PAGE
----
Health and Social Care Integration in Scotland: sharing experiences so far, planning next steps
TUESDAY 11 DECEMBER 2018
THE ACADEMY, GLASGOW
With an opening session led by Audit Scotland, exploring the key issues raised in their November 2018 audit report into the progress of Health and Social Care Integration, this half-day conference will bring together leaders and senior managers from across the sector to:
- review the current progress of implementing health and social care integration in Scotland
- share experiences and learnings from the integration journey so far – what’s worked, what hasn’t and what could be improved upon?
- identify barriers and challenges to integration and consider how they can be overcome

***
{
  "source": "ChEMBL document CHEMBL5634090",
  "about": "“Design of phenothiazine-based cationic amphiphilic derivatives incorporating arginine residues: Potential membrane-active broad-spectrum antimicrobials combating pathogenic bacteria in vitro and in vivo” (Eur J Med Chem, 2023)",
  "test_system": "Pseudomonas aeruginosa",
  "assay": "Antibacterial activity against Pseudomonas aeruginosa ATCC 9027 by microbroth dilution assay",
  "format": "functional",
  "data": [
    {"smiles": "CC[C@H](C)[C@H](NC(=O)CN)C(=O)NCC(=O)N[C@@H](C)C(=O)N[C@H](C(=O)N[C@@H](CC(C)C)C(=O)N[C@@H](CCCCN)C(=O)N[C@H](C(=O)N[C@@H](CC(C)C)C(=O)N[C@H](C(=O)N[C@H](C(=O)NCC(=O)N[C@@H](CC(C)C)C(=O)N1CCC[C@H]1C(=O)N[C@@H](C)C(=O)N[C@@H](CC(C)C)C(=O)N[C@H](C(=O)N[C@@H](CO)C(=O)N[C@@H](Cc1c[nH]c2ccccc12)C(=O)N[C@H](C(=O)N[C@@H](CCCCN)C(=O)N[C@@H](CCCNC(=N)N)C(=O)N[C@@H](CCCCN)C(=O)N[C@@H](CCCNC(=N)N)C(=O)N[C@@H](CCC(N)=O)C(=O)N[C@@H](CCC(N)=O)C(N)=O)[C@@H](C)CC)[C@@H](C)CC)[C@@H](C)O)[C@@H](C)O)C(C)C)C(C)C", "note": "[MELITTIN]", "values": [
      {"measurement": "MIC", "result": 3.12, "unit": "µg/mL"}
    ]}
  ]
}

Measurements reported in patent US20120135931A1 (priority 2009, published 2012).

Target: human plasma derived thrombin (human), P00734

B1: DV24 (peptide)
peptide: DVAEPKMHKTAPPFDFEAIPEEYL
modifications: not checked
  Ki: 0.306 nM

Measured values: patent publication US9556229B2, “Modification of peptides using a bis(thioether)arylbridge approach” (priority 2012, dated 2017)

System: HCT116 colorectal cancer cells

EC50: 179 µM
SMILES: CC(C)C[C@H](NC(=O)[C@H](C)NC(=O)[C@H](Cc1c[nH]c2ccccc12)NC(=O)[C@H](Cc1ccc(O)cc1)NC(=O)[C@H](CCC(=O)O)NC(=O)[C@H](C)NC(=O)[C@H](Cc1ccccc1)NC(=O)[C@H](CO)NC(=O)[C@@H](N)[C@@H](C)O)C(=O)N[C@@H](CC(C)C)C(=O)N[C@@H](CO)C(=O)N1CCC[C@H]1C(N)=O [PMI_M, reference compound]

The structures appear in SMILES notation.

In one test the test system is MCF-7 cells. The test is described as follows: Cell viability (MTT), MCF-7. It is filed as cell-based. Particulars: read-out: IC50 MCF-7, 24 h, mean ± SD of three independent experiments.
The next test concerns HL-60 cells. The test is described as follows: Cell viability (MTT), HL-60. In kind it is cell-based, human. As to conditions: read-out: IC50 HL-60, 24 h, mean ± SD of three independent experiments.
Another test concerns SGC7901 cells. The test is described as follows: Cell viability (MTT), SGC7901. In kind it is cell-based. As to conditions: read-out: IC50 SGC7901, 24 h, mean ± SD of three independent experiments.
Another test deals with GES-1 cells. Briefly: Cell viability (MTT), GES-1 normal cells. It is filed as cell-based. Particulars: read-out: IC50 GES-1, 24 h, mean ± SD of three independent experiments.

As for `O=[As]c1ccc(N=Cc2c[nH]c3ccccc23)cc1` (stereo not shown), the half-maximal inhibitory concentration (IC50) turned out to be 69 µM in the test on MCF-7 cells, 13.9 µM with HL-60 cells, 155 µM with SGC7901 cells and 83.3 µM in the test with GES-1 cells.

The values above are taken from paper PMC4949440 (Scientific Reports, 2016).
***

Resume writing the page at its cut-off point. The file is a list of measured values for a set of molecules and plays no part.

- reflect on the potential of effective engagement and partnership-working with third sector providers and service users
- share examples of good practice and innovative approaches to integrated service design and delivery.
|LEIGH JOHNSTON, Senior Manager – Performance Audit and Best Value, Audit Scotland
JUDITH PROCTOR, Chief Officer, Edinburgh Health & Social Care Partnership
DAVID WILLIAMS, Chief Officer, Glasgow City Health & Social Care Partnership
GERRY POWER, Director of Integration, the ALLIANCE
MARION LOGAN, Senior Advisor – Learning & Organisational Development, Dundee Health & Social Care Partnership & Dundee Voluntary Action
DEBBIE BOOTH, Senior Adviser – Learning & Organisational Development Service, Dundee City Council
MARGARET WILLIAMSON, Director, Boardroom Development Limited; Lead for the ‘Board Watch’ project, observing Scotland’s Integrated Joint Boards
ALEX DAVIDSON, Chair of the Scottish Association of Independent Convenors of Adult Protection in Scotland; Independent Chair, Argyll and Bute and East Ayrshire Adult Protection Committees (Conference Chair)